McTaggart points out that dates and times are fixed to events once and for all, but that the distinction between past, present and future is continually changing. The moon landing used to be future, but is now past. But these descriptions are incompatible: and event cannot be both future and past. Yet if an event is future, then it will be past too, and this seems contradictory. To avoid the contradiction, we might try to distinguish future from past by introducing the tenses `will be' past and `has been' future. Thus in 1960 the 1969 moon landing `will be' past, though not yet. Similarly in 1980 the same landing `has been' future, though not now. But this will not do, as these are precisely the different tenses that we are trying to explain! The analysis would go around in circles, as the A-series would be presupposed in order to account for the A series. This is clearly a vicious circle, McTaggart argues. Since we cannot accept a vicious circle as an explanation, we return to the basic contradiction that the descriptions `past', `future' etc. of the A series are mutually incompatible and yet true of every event. Thus the A series cannot be true of reality, and if it is necessary for time, then time itself cannot be real.
Mellor argues that the sole function of the tenses `future', `past' and `now' in facts like `the moon landing is future' is to make these sentences true or false. Hence if we could decide the truth or falsity of such sentences in a way which did not involve tenses, then those tense words are not strictly necessary, and could be dispensed with. Mellor shows that there is a way of deciding the without using tenses, by using what philosophers call `token reflexive' meanings.
A `token reflexive' sentence is simply one whose meaning depends on when the sentence itself was asserted. Its meaning is `reflexive' in referring to itself, and is `token' reflexive in referring to a particular token or instance of its own assertion. For example, the saying `I am now sitting' is token reflexive, as the `now' refers to my act of saying that sentence. Similarly, a clock chiming is token reflexive, as the meaning of the chime refers to the event of chiming itself, in indicating that then it was (say) two o'clock.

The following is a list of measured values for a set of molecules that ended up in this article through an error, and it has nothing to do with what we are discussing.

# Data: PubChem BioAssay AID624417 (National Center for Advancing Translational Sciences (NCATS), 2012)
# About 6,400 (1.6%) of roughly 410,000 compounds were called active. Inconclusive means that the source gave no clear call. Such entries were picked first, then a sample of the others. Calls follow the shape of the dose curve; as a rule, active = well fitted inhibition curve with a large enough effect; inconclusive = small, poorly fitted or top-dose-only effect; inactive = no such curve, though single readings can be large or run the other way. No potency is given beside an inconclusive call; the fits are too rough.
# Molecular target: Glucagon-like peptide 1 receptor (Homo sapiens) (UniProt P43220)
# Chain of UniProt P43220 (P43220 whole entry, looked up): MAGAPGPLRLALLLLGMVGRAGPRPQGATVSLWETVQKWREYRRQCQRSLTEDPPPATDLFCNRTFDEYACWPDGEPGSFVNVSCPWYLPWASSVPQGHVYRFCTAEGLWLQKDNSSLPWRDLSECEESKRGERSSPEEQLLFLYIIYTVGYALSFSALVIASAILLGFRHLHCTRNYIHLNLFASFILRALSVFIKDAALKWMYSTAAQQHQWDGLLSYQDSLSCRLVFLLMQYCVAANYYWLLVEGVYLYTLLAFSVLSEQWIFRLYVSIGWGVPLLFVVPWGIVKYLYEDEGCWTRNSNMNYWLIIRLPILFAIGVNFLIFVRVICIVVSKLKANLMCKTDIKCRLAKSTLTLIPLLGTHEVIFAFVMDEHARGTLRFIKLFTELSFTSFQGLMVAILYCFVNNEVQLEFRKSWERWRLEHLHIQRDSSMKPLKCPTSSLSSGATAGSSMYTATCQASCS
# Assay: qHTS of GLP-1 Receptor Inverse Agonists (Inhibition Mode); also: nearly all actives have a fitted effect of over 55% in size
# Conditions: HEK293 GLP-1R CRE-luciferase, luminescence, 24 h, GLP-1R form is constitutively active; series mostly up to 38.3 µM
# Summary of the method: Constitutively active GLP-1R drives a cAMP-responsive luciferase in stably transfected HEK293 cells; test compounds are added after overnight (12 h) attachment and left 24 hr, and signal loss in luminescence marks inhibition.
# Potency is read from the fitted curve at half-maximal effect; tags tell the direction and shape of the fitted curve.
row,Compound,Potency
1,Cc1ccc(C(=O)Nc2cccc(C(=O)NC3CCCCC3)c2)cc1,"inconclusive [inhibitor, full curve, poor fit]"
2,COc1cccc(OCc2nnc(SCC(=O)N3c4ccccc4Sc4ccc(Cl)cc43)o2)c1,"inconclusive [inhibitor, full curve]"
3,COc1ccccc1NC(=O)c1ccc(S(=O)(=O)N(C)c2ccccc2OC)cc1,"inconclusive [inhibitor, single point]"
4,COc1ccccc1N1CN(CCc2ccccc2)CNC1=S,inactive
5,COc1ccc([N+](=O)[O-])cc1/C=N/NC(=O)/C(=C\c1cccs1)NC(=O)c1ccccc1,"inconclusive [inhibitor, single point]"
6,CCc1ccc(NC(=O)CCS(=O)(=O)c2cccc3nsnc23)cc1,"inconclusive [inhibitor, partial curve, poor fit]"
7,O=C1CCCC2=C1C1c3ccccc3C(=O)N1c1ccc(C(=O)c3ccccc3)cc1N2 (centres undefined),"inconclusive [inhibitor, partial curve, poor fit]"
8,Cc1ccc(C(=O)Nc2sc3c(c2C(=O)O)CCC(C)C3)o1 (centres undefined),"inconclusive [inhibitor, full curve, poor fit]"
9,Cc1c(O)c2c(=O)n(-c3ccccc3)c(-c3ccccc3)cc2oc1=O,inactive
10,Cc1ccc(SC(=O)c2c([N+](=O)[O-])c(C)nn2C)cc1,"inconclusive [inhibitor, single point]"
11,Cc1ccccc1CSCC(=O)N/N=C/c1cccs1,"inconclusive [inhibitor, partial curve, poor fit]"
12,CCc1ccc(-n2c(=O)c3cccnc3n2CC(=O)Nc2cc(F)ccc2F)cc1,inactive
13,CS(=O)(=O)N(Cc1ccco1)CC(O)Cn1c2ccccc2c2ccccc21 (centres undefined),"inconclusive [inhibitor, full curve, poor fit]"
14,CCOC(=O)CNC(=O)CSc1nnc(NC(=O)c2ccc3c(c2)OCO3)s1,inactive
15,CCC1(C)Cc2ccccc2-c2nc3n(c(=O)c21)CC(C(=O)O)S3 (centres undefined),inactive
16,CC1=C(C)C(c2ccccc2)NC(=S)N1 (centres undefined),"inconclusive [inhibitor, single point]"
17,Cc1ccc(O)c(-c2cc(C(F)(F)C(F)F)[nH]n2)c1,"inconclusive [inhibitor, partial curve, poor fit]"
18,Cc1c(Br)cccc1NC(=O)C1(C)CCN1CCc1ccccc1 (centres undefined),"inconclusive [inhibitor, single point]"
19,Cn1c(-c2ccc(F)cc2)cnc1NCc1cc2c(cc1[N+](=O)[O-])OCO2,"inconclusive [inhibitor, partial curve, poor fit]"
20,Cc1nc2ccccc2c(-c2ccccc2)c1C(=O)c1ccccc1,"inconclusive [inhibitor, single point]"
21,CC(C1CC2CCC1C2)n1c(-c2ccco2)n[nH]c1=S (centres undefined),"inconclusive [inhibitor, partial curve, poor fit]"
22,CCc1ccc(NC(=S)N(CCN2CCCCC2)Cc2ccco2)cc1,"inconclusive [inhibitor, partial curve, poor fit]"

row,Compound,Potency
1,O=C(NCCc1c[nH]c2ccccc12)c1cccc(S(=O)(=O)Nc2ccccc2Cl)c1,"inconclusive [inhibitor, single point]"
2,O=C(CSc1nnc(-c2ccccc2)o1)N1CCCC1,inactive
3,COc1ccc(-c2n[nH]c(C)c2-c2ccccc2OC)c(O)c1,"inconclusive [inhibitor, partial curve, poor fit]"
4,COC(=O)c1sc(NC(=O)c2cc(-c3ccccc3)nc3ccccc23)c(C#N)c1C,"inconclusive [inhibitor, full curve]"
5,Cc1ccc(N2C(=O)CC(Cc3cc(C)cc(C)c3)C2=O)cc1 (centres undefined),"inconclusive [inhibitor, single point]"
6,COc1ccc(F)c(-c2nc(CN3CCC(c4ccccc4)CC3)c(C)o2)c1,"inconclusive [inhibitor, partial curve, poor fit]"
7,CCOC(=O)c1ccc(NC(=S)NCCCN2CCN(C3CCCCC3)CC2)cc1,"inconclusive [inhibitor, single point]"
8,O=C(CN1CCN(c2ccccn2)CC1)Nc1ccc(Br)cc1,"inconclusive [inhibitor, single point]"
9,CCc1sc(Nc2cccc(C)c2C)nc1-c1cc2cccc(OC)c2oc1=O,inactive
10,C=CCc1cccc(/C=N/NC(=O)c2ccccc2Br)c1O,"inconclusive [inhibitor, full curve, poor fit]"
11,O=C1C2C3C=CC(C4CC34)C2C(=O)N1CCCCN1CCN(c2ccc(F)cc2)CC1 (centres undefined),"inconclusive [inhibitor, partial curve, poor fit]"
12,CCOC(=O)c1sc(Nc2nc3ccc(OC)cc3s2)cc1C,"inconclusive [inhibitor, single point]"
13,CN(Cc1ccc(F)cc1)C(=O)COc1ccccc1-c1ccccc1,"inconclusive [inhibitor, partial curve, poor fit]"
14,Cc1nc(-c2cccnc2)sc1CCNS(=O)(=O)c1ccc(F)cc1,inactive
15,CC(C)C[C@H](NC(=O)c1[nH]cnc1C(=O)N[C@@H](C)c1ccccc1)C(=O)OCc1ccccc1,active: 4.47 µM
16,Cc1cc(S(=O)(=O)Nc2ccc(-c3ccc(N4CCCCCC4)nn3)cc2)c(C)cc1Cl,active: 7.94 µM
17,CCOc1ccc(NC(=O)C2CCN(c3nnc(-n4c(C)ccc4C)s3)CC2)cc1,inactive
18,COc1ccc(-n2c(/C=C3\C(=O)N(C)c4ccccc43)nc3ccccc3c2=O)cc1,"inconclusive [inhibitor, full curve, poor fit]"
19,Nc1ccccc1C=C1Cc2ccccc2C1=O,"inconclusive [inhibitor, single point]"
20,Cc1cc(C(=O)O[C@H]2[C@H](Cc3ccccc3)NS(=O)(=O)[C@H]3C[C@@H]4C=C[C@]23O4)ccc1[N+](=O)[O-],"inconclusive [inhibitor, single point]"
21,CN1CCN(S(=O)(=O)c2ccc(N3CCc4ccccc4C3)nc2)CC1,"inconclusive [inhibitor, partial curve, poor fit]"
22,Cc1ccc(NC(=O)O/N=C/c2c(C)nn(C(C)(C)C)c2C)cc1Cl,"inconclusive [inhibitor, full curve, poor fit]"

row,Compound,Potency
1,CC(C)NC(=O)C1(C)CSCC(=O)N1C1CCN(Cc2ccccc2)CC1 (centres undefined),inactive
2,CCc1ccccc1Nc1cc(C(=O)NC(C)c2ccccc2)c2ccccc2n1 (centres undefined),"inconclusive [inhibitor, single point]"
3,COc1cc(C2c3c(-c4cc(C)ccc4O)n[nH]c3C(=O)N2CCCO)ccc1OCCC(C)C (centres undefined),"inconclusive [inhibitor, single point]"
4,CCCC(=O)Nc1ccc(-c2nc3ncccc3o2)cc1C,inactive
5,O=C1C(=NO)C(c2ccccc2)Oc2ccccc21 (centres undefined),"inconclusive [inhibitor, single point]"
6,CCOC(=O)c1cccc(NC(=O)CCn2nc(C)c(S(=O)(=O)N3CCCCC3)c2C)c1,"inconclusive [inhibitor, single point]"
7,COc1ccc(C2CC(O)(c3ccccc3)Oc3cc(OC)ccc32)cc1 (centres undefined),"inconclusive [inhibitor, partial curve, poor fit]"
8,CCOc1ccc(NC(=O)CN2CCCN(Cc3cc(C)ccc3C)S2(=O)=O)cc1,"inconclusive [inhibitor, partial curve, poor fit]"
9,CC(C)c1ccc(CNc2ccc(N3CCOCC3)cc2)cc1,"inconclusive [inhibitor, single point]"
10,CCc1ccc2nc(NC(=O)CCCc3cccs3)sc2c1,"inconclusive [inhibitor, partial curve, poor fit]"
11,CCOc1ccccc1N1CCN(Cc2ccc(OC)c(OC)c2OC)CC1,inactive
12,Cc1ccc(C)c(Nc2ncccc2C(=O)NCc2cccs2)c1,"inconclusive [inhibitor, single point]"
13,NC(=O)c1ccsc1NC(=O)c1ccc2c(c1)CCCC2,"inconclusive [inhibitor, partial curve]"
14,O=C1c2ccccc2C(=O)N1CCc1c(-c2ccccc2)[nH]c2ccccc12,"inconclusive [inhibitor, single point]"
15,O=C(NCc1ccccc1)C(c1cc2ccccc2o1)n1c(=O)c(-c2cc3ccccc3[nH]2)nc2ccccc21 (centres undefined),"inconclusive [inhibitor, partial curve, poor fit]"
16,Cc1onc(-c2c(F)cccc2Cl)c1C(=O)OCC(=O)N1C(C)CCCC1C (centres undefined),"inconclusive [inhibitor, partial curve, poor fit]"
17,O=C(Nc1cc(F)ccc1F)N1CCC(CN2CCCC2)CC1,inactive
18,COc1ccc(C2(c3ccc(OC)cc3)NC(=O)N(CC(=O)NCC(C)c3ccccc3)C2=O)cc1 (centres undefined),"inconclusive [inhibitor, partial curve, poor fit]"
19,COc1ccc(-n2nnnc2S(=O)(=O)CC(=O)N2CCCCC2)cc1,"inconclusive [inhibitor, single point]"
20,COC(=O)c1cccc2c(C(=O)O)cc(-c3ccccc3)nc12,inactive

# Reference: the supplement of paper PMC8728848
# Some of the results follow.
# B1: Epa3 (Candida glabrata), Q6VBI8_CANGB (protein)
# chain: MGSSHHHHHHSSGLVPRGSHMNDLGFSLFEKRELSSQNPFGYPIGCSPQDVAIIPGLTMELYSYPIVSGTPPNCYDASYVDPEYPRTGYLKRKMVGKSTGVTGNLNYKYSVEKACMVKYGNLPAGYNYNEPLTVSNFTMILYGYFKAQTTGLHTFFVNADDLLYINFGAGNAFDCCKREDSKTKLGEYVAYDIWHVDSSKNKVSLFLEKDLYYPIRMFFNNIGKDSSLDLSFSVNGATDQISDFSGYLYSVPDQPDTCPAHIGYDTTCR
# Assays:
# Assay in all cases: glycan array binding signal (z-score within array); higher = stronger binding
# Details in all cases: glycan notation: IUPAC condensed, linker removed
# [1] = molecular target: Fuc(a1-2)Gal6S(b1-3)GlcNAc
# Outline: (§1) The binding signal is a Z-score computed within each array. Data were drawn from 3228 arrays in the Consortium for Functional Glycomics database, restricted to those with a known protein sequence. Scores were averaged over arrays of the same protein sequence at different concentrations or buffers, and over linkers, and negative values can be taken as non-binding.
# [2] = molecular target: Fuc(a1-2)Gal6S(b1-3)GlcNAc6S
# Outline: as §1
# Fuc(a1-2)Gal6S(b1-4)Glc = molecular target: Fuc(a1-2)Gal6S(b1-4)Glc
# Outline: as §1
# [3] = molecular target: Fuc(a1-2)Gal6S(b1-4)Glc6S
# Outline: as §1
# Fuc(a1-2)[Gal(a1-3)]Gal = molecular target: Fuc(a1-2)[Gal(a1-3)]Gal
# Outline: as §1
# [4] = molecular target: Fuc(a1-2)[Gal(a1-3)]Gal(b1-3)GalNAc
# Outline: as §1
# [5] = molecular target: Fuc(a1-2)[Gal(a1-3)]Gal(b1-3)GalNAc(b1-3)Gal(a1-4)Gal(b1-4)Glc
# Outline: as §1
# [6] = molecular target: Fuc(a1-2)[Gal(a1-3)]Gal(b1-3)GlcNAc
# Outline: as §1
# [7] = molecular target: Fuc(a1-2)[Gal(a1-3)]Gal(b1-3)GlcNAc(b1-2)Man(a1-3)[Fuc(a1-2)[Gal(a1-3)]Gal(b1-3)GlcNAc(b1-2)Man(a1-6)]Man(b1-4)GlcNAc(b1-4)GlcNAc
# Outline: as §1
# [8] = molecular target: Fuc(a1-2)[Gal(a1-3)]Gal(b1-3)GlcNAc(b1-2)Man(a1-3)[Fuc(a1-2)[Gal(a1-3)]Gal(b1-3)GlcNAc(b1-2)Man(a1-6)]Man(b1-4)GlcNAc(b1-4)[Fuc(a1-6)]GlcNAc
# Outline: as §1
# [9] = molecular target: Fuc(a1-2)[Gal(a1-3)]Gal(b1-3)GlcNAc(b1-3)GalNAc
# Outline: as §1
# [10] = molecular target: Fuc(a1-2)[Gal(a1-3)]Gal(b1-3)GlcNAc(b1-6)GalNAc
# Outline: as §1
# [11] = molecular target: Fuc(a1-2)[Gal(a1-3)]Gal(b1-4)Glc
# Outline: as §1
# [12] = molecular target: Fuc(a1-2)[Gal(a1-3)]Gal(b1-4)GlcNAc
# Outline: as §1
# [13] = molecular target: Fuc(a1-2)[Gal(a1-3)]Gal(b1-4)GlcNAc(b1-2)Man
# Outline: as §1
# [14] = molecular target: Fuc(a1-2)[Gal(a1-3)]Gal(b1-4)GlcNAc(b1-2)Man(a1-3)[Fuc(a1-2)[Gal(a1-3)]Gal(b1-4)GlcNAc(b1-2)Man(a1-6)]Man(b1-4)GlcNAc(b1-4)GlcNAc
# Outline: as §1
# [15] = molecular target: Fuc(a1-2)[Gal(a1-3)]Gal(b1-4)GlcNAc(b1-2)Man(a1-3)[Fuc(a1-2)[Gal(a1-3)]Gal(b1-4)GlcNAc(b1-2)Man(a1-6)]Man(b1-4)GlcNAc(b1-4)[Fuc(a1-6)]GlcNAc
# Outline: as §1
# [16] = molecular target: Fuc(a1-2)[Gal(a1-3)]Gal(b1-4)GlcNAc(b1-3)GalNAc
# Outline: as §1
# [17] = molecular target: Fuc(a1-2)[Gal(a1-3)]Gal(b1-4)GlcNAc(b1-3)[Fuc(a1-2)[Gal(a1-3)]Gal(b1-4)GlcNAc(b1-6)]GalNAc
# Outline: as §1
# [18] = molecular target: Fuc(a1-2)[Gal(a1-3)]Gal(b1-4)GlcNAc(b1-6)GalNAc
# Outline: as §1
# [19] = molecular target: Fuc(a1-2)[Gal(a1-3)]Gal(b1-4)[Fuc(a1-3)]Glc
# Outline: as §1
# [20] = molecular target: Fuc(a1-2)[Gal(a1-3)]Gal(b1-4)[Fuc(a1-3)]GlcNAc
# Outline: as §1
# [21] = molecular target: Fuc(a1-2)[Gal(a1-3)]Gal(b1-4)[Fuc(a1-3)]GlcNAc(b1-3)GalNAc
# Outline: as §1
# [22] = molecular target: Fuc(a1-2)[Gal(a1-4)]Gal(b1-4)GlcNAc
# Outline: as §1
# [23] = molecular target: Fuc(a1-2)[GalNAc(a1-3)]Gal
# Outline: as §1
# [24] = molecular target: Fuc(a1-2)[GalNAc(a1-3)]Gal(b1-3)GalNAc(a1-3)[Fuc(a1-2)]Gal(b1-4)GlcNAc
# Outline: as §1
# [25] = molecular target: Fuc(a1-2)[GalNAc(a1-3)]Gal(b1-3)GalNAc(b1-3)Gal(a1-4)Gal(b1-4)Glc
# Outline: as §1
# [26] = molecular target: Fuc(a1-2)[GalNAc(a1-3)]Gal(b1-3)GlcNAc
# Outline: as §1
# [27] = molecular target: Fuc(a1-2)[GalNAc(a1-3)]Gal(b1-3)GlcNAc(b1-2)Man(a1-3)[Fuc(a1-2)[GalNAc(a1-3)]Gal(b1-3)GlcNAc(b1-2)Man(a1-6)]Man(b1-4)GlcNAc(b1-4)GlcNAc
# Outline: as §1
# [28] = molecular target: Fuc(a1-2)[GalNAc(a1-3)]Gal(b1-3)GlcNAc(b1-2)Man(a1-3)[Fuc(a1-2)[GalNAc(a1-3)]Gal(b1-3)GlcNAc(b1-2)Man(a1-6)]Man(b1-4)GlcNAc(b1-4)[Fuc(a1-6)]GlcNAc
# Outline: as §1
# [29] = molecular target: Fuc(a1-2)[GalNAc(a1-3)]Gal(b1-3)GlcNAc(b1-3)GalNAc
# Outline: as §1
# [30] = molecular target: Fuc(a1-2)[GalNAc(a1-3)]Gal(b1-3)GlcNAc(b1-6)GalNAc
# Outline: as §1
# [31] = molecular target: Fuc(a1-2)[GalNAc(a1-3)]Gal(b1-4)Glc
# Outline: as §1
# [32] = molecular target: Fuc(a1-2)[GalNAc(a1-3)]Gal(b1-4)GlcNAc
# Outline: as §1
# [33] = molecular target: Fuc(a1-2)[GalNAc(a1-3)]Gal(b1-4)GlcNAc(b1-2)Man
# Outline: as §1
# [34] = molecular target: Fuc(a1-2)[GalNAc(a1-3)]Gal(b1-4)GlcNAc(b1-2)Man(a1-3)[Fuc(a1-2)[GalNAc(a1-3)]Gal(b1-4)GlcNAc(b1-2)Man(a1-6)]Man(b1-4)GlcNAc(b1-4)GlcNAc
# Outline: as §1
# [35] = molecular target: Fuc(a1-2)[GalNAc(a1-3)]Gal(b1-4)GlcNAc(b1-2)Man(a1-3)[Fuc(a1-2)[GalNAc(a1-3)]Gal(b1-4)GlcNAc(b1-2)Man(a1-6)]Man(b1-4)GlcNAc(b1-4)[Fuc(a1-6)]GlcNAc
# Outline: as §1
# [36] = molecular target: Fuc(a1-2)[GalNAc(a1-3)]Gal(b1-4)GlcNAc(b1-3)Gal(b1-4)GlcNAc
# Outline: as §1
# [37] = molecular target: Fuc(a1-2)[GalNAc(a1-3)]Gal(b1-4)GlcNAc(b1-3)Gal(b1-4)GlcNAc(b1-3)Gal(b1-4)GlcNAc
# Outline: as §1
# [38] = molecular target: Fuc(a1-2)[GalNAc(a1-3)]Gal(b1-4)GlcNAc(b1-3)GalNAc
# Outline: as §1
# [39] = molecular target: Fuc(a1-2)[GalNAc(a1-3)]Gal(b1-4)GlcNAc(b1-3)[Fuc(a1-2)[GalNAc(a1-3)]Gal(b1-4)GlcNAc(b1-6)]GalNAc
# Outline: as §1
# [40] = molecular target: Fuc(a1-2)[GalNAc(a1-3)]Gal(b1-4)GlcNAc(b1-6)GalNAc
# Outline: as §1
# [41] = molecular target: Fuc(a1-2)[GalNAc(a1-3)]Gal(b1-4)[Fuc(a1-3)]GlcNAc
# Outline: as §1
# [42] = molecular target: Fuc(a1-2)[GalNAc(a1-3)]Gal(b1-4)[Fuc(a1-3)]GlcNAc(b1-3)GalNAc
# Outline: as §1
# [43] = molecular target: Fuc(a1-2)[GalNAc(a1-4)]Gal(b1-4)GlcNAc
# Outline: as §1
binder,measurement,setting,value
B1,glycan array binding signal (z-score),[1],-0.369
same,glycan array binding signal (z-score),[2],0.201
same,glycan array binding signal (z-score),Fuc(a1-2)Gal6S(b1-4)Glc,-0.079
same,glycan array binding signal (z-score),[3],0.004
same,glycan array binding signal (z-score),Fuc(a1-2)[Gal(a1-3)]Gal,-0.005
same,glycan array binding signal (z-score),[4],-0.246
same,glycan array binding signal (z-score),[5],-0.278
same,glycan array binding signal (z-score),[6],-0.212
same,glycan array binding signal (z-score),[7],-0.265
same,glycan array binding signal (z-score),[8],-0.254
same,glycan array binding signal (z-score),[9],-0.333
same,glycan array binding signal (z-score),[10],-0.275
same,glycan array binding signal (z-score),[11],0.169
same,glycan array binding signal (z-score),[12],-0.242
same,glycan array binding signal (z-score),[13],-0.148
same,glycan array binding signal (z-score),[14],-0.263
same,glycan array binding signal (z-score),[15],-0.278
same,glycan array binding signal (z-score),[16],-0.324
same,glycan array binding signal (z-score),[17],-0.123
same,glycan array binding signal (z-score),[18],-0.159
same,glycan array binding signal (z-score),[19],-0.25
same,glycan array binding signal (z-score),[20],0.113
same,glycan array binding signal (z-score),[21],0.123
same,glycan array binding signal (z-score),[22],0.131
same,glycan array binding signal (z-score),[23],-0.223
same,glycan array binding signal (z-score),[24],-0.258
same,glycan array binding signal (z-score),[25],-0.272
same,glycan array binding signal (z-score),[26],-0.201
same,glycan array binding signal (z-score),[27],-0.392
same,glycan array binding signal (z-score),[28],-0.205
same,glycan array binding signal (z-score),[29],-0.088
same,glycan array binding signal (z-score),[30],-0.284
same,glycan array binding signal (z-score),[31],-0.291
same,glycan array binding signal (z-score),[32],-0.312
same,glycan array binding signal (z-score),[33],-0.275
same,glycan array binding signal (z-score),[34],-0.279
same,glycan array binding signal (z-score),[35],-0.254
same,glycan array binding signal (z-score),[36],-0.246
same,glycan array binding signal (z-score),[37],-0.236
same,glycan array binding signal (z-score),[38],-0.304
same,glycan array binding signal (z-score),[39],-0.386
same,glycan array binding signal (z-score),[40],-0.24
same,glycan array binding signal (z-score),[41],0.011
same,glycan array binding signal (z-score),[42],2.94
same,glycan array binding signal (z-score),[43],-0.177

Using this technical notion of `token reflexive' meanings, Mellor is able to give rules for deciding the truth or falsity of sentences such as `the moon landing is future'. The sentence is true if and only if the moon landing is after the utterance of that sentence. This simple explanation does not involve the A-series tenses `future' and `past' etc., only the B-series relations 'after' and 'before' etc., which hold between dates and times. Thus Mellor concludes that there is no essential use for the A-series view of time, and agrees with McTaggart's argument that the A-series is inconsistent. However, unlike McTaggart, he does not think this affects the B series, which, in his view, is sufficient for a notion of `real time'. The B-series order of `before' and `after', he argues, is rooted in the causal order of cause and effect.
To say that the future `does not exist at all' means that we have neither the A series nor the B series. We do not have the A series, because there are no such things as `future events' to have the property of being `future'. The future is not formed yet, so in 1960 say we could not have talked about `the moon landing'. We could only have talked of `possibilities for moon landings' that we might hope to bring about. Before 1969 there was no such thing as `the moon landing event', so there was no particular event appearing out of the `future' to become `present'. This passage of events from the future to the past via the present, we agreed earlier, was the essence of the A series approach. Thus Whitehead and Mellor both agree with McTaggart that the A series is ultimately inconsistent.
Whitehead and Mellor differ, however, on the question of whether we have just the B series. According to Whitehead, we do not have only the B series, as there are no future events yet existing that could be at any particular dates and times, and ordered by `before' and `after' etc. At best, `the future' is a set of possibilities, some of which may actually happen. Process philosophy does however allow the B series to be applied to past events, as all these have definitely happened, and so have perfectly definite dates and times that hold unchangeably. In fact, it allows only the B series to be real for the past, and does not allow the A series properties of `future', `present' and `past' to be real properties for any events. For even in the past, the 1969 moon landing is itself no different for being 10 minutes ago or 10 years ago, once it has definitely happened. This means that the A-series-like properties of `10 minutes in the past' and `10 years in the past' would not be real properties of the event concerned.